5. i’m proud to say, btw, that both my kids took their flu shots like pros last week! the older one had to literally be held down last year.

  6. Nope. My kids are of course immunized against all the “big icky” things like polio and smallpox. But we don’t do flu shots. Also, I tried to opt them out of Chicken Pox because it was optional when my oldest started school but became required 2 years later. Oh well.

    Certainly we all want to protect our kids – no one wants their kids to suffer with illness. I’m obviously no health expert but I wonder whether forcing this constant assault against their little bodies with every disease known to man is entirely necessary. Again, I’m referring to things like flu and Chicken Pox which are only very rarely fatal, NOT major health issues such as Polio. I also wonder whether we’re creating more “superbugs” akin to what’s happening due to the over use of antibiotics. Time will tell . . . .

  7. honestly, though i’m forced to take a flu shot thanks to my immune system (or lack thereof), i am not entirely convinced that the flu shot will make a difference in the lives of people. but i need to read up on it some more, as my reading is a few years old now. FWIW, if it’s october and i’m getting my IVIG and i *haven’t* gotten my flu shot, they don’t let me out of the office without it.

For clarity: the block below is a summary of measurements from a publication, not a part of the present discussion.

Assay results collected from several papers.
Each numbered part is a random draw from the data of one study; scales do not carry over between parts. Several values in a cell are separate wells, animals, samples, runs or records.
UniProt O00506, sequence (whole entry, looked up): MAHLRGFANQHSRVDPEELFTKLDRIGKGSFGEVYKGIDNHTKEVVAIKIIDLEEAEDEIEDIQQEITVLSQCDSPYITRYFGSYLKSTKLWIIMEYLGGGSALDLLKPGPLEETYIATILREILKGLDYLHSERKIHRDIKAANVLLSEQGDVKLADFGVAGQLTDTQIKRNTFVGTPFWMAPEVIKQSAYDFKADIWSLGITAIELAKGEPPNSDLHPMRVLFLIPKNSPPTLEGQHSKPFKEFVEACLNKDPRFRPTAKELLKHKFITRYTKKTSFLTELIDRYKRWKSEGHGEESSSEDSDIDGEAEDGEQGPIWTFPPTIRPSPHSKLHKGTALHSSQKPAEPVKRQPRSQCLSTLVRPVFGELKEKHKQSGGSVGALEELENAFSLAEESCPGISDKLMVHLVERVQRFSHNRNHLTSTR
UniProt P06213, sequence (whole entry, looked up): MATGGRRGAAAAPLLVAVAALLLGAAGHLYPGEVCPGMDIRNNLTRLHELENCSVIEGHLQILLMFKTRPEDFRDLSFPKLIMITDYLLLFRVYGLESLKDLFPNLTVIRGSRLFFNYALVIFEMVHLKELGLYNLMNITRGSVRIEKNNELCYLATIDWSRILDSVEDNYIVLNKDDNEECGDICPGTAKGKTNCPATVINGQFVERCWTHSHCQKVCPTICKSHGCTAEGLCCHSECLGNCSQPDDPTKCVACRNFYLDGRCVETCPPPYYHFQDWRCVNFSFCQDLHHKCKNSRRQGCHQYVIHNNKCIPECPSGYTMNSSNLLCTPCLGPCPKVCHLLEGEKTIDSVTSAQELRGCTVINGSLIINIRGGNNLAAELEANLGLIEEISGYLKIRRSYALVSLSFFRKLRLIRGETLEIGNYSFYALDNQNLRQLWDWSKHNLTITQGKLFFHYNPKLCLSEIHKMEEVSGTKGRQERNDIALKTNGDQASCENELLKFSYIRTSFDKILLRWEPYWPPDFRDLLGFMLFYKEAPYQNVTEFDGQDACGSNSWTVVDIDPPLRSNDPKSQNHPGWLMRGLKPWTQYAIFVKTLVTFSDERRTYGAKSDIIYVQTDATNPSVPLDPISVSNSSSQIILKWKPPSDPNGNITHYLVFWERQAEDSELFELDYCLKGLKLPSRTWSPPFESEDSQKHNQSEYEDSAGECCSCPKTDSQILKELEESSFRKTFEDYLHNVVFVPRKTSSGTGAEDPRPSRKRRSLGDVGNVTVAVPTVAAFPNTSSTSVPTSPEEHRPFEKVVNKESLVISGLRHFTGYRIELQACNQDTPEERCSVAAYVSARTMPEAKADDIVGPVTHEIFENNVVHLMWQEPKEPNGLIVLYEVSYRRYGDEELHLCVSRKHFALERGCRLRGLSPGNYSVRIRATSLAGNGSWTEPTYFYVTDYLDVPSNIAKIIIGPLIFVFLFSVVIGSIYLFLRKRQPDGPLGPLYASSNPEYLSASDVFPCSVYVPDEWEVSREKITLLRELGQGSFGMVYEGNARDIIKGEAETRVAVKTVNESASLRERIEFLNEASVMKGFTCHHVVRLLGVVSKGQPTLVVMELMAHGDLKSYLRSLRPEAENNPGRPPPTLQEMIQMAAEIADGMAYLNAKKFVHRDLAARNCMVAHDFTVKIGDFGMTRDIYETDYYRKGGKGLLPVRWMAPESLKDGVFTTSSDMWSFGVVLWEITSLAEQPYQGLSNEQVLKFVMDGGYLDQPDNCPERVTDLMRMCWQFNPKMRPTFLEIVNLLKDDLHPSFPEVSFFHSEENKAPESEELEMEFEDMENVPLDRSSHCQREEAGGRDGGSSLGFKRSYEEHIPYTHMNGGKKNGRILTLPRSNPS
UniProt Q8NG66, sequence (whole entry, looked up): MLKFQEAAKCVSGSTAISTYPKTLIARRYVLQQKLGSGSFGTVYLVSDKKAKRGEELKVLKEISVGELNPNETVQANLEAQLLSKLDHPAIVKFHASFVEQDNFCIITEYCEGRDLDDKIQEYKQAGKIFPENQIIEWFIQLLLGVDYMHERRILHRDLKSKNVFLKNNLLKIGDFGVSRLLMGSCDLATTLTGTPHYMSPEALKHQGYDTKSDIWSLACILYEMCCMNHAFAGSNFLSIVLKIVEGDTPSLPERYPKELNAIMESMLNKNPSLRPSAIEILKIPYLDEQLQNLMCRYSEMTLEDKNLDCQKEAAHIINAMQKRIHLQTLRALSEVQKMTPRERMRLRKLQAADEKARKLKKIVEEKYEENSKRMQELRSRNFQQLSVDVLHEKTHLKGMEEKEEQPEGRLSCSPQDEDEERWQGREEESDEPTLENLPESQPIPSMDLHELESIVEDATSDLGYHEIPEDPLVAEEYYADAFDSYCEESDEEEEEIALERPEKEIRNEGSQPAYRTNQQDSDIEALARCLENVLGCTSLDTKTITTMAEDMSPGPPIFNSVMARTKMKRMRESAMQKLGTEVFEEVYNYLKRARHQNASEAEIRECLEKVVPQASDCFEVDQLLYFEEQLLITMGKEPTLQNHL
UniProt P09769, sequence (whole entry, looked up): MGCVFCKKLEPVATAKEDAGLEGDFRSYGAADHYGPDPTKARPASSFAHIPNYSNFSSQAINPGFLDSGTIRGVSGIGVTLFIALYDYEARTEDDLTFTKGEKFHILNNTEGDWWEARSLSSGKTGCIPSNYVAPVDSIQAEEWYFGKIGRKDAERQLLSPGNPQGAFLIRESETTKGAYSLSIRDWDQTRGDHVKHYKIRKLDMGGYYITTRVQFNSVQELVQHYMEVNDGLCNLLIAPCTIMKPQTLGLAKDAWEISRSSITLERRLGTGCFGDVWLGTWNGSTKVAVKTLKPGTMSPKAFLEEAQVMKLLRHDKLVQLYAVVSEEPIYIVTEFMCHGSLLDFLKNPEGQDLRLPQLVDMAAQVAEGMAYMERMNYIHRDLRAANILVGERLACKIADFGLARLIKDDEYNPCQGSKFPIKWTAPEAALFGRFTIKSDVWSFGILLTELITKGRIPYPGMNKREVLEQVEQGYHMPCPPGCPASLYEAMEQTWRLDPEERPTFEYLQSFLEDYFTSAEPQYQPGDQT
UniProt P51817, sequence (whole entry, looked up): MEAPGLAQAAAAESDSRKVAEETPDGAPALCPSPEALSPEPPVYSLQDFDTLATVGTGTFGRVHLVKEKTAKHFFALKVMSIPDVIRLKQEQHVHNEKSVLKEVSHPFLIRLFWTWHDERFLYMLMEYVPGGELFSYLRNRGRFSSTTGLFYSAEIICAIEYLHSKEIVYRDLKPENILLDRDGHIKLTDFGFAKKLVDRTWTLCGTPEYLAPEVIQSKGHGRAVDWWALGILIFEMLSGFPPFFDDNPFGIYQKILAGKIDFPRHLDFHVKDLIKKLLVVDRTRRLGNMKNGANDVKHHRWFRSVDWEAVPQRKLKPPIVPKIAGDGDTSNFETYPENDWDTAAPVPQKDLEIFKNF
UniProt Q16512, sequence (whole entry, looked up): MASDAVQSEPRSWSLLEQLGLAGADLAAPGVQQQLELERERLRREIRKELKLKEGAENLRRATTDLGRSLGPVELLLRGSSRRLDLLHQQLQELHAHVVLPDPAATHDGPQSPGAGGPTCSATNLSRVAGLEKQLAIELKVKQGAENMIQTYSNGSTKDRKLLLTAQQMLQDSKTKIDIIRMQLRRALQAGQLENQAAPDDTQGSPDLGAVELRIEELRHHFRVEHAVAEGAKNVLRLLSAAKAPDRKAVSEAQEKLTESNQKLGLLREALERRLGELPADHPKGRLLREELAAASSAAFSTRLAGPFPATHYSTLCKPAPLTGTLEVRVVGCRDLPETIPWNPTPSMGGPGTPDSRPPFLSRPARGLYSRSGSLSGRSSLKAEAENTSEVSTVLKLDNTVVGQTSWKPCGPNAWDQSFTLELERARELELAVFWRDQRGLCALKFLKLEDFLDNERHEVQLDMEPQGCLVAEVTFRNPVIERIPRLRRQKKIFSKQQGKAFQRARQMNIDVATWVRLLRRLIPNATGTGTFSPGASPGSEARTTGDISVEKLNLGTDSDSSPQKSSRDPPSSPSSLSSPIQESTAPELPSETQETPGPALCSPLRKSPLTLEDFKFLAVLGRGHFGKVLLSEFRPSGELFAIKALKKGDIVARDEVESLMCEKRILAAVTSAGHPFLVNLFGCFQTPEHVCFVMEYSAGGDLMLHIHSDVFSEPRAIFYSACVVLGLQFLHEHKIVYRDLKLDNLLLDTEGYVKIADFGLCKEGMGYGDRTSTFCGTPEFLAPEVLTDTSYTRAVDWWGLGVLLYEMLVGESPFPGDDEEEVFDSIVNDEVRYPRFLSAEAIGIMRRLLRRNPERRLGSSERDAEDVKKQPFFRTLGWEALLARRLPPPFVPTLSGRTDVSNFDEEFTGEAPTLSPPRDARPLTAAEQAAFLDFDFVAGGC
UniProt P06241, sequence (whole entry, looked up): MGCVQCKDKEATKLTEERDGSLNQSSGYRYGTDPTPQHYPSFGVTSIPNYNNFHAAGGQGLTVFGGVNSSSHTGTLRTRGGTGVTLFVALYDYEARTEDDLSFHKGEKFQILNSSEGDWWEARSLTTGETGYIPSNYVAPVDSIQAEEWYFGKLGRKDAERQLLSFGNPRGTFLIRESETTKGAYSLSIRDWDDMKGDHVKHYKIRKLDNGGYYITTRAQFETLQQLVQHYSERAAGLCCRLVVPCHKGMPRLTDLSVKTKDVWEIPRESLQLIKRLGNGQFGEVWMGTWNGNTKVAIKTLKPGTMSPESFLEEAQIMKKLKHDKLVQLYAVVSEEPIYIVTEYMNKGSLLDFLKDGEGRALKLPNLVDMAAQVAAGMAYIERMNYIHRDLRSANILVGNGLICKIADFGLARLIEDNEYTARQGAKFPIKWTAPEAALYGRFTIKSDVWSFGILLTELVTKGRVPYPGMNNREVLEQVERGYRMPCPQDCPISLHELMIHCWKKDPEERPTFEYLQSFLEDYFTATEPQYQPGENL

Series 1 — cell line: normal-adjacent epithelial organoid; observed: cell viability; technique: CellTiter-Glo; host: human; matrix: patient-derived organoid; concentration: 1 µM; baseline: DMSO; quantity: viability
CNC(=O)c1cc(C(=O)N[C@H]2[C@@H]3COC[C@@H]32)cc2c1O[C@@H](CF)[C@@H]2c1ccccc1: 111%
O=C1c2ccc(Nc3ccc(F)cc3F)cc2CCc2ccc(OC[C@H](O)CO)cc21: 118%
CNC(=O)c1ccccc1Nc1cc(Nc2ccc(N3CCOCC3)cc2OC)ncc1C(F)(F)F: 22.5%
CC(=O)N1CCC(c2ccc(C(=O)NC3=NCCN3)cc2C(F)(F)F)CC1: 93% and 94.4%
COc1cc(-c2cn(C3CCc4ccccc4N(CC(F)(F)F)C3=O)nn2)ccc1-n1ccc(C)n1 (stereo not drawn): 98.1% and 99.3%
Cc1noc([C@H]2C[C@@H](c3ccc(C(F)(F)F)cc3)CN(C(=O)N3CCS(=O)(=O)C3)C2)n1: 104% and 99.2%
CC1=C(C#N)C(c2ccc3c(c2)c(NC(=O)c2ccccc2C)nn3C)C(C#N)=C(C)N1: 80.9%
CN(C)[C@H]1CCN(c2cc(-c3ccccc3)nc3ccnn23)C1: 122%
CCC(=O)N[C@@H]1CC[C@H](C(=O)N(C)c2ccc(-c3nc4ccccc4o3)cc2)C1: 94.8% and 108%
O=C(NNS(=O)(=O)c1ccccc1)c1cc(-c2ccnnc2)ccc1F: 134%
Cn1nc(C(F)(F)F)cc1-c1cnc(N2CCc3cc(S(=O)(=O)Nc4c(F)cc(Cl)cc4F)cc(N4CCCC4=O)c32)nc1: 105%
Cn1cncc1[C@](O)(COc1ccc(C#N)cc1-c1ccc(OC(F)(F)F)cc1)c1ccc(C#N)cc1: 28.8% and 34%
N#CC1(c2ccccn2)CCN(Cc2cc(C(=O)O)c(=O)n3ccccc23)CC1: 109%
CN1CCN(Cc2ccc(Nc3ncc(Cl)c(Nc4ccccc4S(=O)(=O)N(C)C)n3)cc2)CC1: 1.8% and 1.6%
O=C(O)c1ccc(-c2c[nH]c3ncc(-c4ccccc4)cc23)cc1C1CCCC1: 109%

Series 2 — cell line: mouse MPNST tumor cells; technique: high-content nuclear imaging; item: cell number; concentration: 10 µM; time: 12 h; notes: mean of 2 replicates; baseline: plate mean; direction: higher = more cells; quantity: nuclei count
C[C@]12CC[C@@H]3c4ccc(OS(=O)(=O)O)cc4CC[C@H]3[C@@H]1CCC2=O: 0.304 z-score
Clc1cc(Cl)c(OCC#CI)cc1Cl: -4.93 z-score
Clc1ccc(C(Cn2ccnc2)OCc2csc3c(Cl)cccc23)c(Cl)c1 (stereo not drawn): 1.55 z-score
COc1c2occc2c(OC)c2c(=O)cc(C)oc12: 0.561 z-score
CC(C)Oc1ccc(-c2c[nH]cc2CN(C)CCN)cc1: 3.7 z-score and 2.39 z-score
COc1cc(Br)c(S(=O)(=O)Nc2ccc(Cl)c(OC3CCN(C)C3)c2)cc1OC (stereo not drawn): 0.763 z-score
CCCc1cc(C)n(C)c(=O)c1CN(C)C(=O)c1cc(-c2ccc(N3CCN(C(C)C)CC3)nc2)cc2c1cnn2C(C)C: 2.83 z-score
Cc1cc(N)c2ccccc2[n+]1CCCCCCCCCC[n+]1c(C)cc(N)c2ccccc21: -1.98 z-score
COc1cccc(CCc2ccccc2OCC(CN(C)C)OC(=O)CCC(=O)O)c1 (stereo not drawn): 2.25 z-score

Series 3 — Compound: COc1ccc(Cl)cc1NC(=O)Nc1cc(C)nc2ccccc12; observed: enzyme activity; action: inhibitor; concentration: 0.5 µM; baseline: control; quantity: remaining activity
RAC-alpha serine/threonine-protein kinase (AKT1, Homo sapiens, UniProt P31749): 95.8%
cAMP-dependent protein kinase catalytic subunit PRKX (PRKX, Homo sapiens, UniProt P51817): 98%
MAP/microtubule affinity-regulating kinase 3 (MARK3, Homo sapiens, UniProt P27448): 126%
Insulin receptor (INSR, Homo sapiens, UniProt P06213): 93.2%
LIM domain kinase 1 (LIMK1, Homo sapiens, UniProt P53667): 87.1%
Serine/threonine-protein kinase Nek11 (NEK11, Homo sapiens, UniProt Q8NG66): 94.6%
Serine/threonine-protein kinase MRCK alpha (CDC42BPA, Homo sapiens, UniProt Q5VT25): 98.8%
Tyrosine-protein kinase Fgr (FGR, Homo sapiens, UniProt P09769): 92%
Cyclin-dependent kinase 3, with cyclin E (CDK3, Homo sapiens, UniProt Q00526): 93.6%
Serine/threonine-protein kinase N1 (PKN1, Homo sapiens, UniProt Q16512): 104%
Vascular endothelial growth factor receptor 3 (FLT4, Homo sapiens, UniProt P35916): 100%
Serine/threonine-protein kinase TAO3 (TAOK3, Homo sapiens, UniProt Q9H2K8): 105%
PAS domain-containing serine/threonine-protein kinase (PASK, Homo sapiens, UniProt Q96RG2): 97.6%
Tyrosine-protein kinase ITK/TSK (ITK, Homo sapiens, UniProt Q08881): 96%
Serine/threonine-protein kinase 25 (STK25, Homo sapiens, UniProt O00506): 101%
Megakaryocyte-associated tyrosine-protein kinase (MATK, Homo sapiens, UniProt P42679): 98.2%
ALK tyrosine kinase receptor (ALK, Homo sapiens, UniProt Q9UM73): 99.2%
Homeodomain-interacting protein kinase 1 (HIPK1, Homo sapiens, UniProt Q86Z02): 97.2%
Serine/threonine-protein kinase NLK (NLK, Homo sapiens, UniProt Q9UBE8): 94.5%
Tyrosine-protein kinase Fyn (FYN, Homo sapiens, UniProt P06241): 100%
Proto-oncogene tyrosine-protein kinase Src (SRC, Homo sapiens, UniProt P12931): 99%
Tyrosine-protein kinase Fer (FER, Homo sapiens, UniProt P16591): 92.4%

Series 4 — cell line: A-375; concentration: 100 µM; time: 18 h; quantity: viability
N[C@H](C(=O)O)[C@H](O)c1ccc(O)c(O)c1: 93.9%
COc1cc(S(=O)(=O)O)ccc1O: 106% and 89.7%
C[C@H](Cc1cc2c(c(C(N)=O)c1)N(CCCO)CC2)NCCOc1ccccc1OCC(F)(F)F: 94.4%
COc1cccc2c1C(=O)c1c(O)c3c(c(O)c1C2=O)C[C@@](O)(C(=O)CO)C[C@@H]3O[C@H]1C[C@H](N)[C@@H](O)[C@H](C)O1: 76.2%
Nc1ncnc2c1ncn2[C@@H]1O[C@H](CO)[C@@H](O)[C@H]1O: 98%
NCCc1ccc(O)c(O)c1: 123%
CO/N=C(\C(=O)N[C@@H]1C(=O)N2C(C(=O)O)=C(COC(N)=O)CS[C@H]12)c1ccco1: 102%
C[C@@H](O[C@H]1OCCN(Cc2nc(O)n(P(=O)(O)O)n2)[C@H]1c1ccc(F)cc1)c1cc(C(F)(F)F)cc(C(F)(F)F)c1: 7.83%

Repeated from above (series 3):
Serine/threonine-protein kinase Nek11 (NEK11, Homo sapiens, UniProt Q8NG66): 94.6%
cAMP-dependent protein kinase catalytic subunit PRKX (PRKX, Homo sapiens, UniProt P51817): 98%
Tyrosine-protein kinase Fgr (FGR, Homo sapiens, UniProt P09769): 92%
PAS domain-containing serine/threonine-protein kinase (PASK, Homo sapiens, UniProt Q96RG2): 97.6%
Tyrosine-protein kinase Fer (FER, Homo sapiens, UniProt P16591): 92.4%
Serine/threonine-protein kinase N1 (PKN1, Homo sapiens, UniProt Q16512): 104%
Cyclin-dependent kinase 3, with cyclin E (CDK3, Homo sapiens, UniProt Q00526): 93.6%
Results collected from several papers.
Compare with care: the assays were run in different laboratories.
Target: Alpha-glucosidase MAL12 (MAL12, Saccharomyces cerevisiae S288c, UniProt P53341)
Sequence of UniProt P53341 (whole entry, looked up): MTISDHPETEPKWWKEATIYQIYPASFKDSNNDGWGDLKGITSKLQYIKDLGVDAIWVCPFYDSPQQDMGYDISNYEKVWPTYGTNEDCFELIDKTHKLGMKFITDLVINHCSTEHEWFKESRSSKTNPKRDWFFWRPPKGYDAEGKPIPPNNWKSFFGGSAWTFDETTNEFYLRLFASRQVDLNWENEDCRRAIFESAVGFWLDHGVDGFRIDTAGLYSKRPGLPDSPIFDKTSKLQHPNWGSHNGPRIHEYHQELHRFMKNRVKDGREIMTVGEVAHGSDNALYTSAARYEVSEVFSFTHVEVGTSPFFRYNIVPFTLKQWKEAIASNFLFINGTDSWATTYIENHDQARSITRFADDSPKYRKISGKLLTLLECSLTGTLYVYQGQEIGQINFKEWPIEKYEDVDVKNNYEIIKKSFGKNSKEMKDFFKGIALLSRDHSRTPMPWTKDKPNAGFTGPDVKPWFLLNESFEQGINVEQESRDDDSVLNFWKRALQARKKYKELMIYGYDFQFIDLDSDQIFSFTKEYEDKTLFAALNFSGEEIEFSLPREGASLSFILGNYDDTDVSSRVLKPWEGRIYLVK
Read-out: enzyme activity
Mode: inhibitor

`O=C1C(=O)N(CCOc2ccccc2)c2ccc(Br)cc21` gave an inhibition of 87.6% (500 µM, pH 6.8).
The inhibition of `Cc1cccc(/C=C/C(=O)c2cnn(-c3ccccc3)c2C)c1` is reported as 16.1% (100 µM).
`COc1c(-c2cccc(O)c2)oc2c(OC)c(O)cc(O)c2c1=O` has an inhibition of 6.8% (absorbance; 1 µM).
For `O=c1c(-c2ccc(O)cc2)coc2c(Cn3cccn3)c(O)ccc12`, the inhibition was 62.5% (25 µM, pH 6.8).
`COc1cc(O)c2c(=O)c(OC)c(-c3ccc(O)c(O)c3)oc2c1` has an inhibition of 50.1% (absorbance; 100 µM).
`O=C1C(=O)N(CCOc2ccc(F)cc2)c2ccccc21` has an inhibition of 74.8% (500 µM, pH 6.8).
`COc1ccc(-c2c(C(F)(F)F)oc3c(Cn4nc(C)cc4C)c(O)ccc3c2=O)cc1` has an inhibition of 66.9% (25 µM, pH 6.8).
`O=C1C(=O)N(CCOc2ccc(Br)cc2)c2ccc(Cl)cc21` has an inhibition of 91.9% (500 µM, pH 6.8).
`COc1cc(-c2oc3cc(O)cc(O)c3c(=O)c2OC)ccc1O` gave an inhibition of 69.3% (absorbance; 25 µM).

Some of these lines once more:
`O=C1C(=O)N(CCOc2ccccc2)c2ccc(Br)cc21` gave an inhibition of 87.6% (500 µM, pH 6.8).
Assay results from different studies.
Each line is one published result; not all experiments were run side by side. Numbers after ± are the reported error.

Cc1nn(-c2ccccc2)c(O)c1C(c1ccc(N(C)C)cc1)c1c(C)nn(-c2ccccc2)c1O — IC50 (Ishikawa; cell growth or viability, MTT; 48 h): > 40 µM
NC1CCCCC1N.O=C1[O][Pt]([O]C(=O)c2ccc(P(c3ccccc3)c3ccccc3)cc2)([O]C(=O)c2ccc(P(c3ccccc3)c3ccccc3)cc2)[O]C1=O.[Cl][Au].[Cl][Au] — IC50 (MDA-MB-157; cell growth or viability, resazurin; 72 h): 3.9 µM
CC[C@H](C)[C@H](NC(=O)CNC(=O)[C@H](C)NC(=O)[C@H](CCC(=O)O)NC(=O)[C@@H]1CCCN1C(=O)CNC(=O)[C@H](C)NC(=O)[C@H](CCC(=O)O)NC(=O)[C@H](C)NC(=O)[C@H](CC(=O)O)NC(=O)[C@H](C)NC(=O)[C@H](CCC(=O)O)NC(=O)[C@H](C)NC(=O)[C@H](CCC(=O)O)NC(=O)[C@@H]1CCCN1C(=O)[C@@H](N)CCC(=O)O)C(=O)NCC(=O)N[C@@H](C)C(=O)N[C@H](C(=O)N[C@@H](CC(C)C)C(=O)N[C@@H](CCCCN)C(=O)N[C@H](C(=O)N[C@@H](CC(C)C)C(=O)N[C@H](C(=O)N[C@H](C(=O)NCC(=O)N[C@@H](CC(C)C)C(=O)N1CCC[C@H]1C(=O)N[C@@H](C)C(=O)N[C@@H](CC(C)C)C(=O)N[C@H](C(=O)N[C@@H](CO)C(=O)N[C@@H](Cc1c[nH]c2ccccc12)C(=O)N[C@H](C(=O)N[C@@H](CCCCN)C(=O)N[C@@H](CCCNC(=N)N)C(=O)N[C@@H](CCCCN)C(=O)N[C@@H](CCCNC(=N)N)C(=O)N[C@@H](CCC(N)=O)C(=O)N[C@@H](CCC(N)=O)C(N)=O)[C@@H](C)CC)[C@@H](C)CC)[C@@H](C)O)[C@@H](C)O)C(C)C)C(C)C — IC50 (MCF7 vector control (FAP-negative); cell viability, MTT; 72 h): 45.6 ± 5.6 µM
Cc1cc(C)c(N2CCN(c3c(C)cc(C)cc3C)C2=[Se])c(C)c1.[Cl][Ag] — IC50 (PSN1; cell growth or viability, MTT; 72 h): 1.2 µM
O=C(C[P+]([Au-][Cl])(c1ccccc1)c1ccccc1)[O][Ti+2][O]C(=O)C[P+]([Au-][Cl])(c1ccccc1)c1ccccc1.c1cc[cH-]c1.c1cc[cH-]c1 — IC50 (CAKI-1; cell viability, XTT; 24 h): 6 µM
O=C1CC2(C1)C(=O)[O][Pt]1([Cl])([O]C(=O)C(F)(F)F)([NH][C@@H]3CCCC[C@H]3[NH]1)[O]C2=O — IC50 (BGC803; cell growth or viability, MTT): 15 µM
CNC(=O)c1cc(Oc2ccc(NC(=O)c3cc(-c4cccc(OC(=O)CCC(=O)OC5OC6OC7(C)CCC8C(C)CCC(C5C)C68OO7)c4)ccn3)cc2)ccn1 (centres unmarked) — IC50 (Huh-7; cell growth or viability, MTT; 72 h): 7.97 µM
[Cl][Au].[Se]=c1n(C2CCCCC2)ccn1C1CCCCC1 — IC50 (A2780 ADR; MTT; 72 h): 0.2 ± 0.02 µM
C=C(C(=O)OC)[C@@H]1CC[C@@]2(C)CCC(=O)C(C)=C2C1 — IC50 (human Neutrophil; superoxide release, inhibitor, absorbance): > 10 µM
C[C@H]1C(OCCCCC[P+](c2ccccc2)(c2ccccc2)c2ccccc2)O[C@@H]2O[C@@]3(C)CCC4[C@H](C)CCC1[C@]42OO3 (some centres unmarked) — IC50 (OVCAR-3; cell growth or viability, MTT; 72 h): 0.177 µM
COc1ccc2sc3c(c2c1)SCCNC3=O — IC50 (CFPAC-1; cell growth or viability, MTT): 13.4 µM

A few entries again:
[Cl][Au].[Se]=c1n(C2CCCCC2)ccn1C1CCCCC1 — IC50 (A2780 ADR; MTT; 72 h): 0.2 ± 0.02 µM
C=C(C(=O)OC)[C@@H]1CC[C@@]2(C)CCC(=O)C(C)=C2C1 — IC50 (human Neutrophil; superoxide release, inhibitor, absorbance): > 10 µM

the shots in general get the immune response going. it’s not necessarily a bad thing. i’m especially familiar with them, as one of the ways people get diagnosed with CVID is to check their levels of antibodies on something like tetanus or HIB B — then give them a shot and recheck them six weeks later. if you’re like a normal person, you end up with a solid level of antibodies. if you’re a freak of nature like meself, then you are still subpar, in spite of the shot.

    think of it sort of like a namecheck for antibodies — hey, you tetanus guys in da house? and if you’re lucky, someone screams hell, yeah. if you’re not, then come sit next to me. if you’re not sick, i mean πŸ˜‰

  8. Immunization = good. Herd immunity keeps people like Sher alive. (We’d kind of like that to keep happening.)